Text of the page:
A craft recast
Twelve years ago, Phillip Charette, M.Ed. '94, spent his days in an office, handling visa applications and other logistical concerns for international students, faculty, and staff at the University of Wisconsin-Madison. Now he makes his living as an artist, crafting sculptures that combine elements of his Native Alaskan heritage with his own modern touches.
Charette's French-Canadian last name comes from his father, but his mother is full-blooded Yup'ik, an indigenous group that today has an estimated 21,000 members spread across Alaska and Siberia. He grew up in Florida, but spent summers with his grandparents in Alaska; Yup'ik was his first language, and he was always interested in Yup'ik folklore. "When I was very young, I was kind of an odd duck," he says. "When all the other kids were outside running around, I would be inside listening to the elders tell stories."
As a boy, he was drawn to art, but his father, a federal agent, hoped that his son would choose a career with more financial security. So Charette pursued education administration, and managed to incorporate his interest in his Yup'ik roots: he worked at the University of Alaska, helping to develop a K-12 curriculum combining traditional and Western knowledge. He entered Harvard three years after finishing his undergraduate education; equipped with a master's degree, he saw his path leading to higher levels of university administration.
A 1997 medical appointment changed his course. Working 12 to 17 hours a day at the Wisconsin job, Charette recalls, left him feeling even more exhausted than anyone on such a schedule might expect. Though all the tests came back negative, Charette's doctor suspected his high-stress lifestyle would eventually make him sick: "He told me I would die of heart attack or stroke within five years," Charette says.
He quit his job the next day. Soon after, his then-wife got a job in eastern Oregon, where Charette still lives. While substitute teaching and mulling his next step, he enrolled in a pottery class and began to explore what would become his trademark style: pieces reminiscent of historical Yup'ik masks, but made from clay--the medium that appealed most to him--instead of wood. Since then, his work has won prestigious awards and been featured in a 2008 traveling exhibit of contemporary Native North American art.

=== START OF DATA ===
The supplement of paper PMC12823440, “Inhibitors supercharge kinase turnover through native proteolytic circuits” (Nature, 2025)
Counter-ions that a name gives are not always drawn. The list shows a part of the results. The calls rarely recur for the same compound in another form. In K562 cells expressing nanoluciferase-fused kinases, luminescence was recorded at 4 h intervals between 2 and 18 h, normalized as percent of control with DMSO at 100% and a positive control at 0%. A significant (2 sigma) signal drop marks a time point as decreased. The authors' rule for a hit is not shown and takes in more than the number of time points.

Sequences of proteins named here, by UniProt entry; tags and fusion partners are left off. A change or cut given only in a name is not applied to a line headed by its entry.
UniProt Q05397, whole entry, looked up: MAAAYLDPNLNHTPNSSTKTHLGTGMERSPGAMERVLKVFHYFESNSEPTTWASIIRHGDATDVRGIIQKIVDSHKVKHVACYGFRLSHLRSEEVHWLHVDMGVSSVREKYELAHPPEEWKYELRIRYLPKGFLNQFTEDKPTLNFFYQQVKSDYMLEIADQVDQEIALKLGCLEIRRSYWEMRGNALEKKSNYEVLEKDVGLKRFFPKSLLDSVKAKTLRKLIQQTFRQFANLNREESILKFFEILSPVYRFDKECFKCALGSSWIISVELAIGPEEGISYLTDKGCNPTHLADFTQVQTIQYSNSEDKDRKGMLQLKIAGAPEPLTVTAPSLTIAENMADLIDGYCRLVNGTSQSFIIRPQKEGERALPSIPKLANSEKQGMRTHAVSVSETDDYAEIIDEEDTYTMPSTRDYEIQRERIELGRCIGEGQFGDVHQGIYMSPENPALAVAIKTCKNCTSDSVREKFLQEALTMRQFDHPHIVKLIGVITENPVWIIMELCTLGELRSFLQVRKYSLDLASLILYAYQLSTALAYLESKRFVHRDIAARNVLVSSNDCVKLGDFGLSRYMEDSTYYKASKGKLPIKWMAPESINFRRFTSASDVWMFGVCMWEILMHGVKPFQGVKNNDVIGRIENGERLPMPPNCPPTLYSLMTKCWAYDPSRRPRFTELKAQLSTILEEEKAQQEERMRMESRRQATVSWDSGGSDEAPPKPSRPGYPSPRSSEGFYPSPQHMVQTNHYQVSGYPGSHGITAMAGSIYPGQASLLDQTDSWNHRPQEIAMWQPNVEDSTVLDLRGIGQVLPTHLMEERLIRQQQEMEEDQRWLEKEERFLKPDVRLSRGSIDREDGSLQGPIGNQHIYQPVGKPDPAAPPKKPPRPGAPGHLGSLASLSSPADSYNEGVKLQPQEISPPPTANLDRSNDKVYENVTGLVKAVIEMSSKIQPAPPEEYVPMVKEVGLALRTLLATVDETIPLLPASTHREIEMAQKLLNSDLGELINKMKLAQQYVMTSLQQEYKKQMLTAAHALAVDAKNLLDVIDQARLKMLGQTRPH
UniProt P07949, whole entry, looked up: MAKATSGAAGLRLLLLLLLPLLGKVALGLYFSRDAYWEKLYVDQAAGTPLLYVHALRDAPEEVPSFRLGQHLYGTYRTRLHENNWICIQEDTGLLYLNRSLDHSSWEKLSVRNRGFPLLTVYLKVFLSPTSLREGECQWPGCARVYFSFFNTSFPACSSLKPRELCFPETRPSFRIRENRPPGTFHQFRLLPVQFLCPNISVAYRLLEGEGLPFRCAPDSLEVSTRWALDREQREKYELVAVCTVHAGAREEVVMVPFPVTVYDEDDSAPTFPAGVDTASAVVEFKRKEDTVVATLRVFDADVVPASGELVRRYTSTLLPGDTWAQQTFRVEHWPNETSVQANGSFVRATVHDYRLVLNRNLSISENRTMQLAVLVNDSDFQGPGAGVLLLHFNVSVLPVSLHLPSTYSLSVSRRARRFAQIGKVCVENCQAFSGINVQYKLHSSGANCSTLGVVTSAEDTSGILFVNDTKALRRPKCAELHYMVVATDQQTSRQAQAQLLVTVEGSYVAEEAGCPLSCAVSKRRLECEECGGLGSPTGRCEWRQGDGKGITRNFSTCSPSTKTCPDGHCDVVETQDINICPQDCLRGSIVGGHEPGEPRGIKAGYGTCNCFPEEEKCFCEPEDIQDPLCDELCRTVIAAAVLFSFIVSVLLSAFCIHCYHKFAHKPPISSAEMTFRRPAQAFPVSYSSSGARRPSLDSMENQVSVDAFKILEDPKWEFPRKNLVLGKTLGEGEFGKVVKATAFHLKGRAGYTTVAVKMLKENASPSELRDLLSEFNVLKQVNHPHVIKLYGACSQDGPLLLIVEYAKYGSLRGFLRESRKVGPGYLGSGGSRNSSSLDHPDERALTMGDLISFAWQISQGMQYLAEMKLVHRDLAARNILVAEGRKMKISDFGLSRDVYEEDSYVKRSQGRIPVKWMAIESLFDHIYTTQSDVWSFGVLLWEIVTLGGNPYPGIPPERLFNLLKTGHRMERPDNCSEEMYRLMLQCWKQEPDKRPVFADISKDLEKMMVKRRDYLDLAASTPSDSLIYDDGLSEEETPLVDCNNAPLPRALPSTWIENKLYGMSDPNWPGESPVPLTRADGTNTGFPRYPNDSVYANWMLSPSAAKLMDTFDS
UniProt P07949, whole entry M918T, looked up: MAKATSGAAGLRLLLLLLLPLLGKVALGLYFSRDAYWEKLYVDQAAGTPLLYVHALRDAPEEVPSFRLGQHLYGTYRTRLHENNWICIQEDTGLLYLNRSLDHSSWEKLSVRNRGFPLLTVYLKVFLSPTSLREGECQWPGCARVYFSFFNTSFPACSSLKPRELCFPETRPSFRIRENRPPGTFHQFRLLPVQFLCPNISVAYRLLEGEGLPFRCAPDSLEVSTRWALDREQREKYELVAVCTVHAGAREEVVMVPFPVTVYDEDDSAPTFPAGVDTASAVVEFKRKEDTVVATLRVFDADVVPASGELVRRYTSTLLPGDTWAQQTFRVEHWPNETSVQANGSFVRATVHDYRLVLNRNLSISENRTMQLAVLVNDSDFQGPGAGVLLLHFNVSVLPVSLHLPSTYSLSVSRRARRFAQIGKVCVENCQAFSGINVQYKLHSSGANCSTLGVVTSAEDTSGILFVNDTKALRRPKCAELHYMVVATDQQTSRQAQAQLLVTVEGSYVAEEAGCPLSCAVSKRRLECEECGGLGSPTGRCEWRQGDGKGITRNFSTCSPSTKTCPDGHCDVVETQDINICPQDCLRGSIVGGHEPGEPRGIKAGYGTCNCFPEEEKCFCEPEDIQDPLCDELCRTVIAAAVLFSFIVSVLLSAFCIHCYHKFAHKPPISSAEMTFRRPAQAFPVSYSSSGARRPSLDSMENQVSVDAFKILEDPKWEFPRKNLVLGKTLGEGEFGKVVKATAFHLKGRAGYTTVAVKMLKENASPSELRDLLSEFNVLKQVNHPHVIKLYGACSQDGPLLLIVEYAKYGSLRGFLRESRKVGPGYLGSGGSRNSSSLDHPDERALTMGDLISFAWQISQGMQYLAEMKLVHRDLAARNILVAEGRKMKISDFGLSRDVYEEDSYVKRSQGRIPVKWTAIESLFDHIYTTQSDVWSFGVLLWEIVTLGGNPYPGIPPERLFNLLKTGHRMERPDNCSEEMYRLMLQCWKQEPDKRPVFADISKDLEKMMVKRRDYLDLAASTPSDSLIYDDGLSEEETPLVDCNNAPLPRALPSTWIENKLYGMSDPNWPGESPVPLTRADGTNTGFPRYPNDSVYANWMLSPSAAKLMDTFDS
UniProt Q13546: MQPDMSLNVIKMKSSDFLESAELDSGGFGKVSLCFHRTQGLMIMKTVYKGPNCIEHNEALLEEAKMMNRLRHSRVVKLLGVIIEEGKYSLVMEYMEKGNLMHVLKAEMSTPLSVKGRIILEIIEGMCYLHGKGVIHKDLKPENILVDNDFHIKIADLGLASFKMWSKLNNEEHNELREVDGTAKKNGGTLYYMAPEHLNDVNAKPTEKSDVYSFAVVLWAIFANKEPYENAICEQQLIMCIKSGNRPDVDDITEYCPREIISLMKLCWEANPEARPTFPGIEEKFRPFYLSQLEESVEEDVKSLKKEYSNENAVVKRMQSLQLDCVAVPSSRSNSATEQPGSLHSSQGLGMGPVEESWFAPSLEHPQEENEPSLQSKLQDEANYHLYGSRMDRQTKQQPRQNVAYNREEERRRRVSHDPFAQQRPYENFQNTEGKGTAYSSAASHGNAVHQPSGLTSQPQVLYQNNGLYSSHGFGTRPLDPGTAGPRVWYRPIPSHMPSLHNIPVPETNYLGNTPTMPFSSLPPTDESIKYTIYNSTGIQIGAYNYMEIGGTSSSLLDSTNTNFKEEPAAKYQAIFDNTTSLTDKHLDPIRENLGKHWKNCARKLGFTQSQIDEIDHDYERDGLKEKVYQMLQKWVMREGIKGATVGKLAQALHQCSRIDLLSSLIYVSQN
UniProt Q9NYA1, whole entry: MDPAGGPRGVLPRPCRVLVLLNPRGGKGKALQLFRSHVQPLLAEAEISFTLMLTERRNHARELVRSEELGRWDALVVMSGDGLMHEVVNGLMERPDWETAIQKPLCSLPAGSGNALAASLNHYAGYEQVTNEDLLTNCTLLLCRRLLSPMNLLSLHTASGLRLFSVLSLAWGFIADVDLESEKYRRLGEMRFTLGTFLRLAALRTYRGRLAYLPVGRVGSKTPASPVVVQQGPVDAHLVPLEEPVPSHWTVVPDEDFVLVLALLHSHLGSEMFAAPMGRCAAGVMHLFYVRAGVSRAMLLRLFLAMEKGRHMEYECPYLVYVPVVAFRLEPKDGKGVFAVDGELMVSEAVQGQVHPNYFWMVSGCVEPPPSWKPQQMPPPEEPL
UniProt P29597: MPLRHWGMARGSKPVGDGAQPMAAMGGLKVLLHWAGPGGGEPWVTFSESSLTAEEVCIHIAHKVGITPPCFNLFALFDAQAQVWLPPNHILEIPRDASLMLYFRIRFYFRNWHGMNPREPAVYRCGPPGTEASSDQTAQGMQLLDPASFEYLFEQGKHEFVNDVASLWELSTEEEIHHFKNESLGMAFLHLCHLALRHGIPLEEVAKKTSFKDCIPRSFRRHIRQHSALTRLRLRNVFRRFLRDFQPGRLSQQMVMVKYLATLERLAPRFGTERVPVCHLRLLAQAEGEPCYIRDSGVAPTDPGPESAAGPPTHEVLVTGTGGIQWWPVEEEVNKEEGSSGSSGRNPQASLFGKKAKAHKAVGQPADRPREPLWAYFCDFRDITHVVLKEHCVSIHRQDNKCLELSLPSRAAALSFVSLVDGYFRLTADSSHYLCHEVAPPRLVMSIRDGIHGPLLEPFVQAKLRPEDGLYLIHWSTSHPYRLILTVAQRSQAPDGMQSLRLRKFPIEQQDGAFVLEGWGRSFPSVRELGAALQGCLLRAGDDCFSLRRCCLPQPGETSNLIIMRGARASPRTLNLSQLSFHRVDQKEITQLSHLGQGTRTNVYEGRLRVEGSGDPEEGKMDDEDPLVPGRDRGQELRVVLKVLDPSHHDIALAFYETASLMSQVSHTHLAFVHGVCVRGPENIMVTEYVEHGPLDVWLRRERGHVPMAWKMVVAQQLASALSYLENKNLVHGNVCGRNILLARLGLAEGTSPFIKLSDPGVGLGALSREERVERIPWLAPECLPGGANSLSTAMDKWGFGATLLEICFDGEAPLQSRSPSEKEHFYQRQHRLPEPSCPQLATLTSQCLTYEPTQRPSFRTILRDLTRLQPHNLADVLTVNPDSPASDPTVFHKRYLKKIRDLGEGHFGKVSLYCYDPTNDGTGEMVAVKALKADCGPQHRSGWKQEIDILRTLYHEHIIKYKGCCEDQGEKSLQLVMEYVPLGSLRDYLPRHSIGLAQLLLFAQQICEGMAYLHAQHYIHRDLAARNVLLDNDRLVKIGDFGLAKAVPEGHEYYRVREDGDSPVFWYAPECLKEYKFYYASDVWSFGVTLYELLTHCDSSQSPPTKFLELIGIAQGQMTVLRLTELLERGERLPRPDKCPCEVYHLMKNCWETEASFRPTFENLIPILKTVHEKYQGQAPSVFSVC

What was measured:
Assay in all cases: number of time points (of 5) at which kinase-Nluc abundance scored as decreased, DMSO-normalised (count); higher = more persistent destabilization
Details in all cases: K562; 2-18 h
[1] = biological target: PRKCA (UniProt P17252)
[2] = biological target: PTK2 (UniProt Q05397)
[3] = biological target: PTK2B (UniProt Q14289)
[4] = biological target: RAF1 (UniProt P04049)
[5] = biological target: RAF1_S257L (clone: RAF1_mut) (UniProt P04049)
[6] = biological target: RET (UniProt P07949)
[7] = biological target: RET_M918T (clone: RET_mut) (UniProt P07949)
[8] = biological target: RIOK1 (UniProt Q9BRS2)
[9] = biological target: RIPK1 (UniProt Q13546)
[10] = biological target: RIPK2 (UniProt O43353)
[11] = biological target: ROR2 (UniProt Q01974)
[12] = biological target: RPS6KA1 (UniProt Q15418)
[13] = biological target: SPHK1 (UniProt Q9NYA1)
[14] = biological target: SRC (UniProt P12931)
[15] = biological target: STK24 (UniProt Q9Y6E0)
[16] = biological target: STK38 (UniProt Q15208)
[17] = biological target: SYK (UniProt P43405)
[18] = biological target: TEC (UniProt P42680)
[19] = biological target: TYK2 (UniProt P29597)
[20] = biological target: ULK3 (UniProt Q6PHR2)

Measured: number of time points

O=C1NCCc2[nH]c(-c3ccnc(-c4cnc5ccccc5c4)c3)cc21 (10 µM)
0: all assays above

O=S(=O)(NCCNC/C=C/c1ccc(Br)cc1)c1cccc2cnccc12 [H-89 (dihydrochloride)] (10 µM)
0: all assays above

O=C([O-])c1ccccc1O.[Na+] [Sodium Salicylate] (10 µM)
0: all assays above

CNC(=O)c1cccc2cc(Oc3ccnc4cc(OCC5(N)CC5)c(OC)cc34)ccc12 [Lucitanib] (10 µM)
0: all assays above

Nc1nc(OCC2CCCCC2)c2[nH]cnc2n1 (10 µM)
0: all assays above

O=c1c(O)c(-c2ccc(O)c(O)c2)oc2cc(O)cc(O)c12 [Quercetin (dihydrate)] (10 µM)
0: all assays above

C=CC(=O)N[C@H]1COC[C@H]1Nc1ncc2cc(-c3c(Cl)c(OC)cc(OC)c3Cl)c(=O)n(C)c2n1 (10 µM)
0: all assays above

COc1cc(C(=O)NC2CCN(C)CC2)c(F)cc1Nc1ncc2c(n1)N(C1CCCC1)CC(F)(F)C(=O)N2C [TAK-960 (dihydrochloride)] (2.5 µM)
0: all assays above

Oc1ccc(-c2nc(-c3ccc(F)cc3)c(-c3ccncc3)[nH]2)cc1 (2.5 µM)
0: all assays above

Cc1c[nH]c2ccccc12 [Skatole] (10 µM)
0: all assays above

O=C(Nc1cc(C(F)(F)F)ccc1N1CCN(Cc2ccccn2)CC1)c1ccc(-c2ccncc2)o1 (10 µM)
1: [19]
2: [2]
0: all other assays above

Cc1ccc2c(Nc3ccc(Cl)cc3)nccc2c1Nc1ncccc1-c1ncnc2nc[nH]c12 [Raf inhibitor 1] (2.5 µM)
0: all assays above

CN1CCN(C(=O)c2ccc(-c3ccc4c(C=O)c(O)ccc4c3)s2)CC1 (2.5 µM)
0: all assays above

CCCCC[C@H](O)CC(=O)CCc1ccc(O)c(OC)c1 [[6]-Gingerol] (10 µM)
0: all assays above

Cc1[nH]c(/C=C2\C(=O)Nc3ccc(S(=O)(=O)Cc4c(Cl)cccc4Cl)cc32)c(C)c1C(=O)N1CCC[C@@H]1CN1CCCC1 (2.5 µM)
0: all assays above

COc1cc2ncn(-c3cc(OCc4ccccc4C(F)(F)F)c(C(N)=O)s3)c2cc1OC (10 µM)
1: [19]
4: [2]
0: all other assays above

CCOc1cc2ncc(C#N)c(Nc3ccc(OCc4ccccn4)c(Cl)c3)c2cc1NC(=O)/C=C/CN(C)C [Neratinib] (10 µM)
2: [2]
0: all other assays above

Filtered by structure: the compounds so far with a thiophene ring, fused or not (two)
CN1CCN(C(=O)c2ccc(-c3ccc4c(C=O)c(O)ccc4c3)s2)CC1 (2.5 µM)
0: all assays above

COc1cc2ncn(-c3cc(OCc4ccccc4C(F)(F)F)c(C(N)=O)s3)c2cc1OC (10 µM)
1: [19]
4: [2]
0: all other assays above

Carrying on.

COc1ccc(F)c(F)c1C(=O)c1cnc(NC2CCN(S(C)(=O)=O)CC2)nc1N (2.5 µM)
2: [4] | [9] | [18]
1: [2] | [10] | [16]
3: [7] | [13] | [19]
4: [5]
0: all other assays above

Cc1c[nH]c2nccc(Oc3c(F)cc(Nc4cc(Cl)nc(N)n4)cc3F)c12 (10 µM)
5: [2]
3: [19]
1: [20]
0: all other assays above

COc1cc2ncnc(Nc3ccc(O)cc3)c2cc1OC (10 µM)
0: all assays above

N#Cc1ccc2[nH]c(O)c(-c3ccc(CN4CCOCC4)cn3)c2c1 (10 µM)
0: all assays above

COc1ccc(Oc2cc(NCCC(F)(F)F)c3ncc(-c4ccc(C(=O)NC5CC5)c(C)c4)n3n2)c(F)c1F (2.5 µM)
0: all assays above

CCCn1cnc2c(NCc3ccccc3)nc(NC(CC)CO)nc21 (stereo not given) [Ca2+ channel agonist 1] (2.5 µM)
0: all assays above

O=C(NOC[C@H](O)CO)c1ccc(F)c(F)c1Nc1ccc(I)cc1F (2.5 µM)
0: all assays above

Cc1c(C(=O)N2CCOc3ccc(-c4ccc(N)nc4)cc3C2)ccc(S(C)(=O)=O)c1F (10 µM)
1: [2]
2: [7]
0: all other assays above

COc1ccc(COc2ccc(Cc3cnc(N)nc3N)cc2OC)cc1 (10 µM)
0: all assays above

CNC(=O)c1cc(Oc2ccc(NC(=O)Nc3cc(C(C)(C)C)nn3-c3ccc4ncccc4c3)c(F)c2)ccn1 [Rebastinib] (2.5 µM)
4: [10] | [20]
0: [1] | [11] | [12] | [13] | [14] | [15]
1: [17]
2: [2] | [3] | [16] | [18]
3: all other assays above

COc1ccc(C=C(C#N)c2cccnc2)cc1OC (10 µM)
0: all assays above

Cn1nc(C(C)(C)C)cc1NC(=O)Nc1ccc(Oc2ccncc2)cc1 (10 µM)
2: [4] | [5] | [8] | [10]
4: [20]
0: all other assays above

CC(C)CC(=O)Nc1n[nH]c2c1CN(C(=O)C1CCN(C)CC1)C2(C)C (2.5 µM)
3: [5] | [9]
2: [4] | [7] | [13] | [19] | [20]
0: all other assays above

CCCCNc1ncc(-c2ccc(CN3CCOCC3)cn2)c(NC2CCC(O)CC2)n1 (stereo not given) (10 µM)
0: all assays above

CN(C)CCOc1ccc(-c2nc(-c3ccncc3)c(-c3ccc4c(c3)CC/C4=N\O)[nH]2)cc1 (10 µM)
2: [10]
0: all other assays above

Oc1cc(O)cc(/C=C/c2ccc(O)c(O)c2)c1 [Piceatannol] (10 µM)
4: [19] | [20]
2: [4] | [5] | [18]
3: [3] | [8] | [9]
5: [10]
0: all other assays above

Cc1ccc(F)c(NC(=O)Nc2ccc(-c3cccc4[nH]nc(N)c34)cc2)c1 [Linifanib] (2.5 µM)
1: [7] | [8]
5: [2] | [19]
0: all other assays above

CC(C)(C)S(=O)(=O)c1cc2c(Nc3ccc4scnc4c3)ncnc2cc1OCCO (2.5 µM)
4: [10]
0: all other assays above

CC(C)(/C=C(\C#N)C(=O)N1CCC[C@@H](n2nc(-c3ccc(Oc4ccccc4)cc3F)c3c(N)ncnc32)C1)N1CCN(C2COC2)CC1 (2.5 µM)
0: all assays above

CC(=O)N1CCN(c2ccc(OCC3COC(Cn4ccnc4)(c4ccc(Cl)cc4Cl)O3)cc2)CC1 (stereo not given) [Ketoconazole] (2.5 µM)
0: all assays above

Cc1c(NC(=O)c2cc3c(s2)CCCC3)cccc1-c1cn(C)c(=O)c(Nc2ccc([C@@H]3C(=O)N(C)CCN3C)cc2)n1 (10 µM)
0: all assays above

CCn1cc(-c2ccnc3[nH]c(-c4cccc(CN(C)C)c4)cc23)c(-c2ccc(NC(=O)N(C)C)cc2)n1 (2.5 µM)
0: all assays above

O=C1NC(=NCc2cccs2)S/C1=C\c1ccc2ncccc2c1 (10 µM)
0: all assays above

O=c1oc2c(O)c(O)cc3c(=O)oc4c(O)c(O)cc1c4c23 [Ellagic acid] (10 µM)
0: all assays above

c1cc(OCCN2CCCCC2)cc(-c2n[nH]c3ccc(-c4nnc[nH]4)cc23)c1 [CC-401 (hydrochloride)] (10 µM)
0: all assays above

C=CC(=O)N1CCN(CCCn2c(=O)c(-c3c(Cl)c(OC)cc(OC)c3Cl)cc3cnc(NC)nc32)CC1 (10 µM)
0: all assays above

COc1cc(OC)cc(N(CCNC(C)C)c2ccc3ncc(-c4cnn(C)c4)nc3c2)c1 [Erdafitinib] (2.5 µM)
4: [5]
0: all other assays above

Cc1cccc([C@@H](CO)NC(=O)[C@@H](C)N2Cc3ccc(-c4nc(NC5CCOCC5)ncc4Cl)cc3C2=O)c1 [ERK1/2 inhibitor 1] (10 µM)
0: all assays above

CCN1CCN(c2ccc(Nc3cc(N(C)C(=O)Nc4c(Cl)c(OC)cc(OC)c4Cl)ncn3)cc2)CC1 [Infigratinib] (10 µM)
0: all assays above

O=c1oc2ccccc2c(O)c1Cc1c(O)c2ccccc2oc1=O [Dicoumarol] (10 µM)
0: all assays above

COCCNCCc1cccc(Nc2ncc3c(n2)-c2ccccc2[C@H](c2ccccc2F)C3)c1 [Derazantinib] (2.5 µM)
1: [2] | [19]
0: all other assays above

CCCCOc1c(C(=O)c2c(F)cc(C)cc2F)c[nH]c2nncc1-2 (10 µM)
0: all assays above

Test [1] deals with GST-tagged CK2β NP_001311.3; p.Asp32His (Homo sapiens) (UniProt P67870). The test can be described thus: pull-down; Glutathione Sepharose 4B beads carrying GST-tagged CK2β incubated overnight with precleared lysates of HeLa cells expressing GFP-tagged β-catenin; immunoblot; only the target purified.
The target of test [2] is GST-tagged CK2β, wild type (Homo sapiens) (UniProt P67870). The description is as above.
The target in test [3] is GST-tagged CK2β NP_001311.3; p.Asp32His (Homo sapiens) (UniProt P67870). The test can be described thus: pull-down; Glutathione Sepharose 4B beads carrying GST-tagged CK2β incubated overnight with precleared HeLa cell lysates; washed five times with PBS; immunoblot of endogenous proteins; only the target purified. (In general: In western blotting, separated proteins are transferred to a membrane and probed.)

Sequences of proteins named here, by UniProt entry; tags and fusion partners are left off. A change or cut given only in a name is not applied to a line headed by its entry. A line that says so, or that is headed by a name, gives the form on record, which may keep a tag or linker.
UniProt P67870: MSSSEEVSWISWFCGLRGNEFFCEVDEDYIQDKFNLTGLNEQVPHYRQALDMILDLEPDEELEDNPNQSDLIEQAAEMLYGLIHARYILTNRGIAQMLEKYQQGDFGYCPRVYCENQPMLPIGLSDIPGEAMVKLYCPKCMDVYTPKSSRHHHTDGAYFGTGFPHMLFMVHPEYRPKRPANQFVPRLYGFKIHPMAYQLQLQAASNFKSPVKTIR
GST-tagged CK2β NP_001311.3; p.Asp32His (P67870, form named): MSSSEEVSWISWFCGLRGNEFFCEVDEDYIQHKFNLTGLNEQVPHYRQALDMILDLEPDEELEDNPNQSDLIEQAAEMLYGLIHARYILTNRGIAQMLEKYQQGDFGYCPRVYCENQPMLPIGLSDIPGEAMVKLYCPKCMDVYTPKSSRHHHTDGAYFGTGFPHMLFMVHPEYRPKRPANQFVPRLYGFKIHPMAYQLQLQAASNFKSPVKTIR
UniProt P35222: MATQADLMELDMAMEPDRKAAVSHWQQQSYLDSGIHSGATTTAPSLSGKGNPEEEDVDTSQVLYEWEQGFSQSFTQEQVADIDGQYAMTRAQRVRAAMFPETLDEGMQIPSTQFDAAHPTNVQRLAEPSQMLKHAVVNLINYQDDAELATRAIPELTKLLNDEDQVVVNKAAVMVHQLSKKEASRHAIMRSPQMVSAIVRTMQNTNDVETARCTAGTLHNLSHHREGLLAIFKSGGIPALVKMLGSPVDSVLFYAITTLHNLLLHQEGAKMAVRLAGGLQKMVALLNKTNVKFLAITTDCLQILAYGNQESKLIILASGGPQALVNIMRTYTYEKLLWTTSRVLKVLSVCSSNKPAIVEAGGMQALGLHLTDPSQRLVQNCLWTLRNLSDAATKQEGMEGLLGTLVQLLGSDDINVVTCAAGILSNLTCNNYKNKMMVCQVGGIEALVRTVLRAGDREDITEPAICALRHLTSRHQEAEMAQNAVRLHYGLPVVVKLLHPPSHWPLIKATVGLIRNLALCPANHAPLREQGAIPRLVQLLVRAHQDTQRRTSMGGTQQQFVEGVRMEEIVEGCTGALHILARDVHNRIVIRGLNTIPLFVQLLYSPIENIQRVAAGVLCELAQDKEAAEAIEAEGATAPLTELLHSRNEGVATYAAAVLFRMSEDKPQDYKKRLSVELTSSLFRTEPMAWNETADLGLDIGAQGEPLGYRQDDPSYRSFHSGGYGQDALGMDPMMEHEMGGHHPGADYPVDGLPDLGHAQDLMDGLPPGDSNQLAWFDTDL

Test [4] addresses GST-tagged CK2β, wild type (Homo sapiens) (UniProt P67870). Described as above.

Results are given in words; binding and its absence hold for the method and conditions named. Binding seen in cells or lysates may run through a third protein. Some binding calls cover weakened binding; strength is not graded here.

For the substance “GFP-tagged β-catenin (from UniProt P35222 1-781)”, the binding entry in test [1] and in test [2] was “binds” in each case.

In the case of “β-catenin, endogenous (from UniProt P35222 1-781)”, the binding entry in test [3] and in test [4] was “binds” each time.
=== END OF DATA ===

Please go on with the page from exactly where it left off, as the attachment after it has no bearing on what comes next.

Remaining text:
His masks explore concepts such as the afterlife and the spirit world, Yup'ik mythology, family stories, and cultural commentary. "Phillip doesn't simply copy the historic masks," says the Montana Historical Society's Bill Mercer, who acquired one of Charette's masks for the Portland [Oregon] Art Museum when he was curator for Native American art there. "It's this wonderful, contemporary, updated version, transforming them into art but maintaining their sense of spiritual potency."
Like older masks found in ethnology museums, Charette's masks have a broad range of meanings and purposes. Some express ritual power; others are more like entertainment, encapsulating stories. "Just imagine that you don't have any media--no television, nothing," says Charette. "This was the media format" for the Yupiit. "Into it go stories, values, all the cosmology. It becomes a mnemonic device, the visual cue that helps you retain the knowledge."
Charette often performs traditional Yup'ik songs and dances when he lectures. He also explains the meaning of the symbols in his work, shares insights from his research in the Smithsonian Institution's Native American collections and elsewhere, and draws analytic comparisons to other artistic traditions. In this approach, he sees the imprint of his time at Harvard--and his interest in academia is not altogether defunct: he hopes to earn a master's in fine arts and teach at the college level.
He makes his art in Baker City, a community of 10,000 on the historic Oregon Trail. The rural environment suits him. When he lived in Portland, the dense smoke produced by raku glazing (a technique of Japanese origin that uses extremely high temperatures and incorporates minerals to form a metallic finish) and horsehair firing (heating porcelain to 1,000 degrees and dropping individual hairs onto it to burn a pattern into the surface) irritated the neighbors.
Charette sees himself as a conduit, more than an artist giving life to his own vision. "The pieces shape themselves," he says. "Sometimes it just happens, and I can't tell you how or why."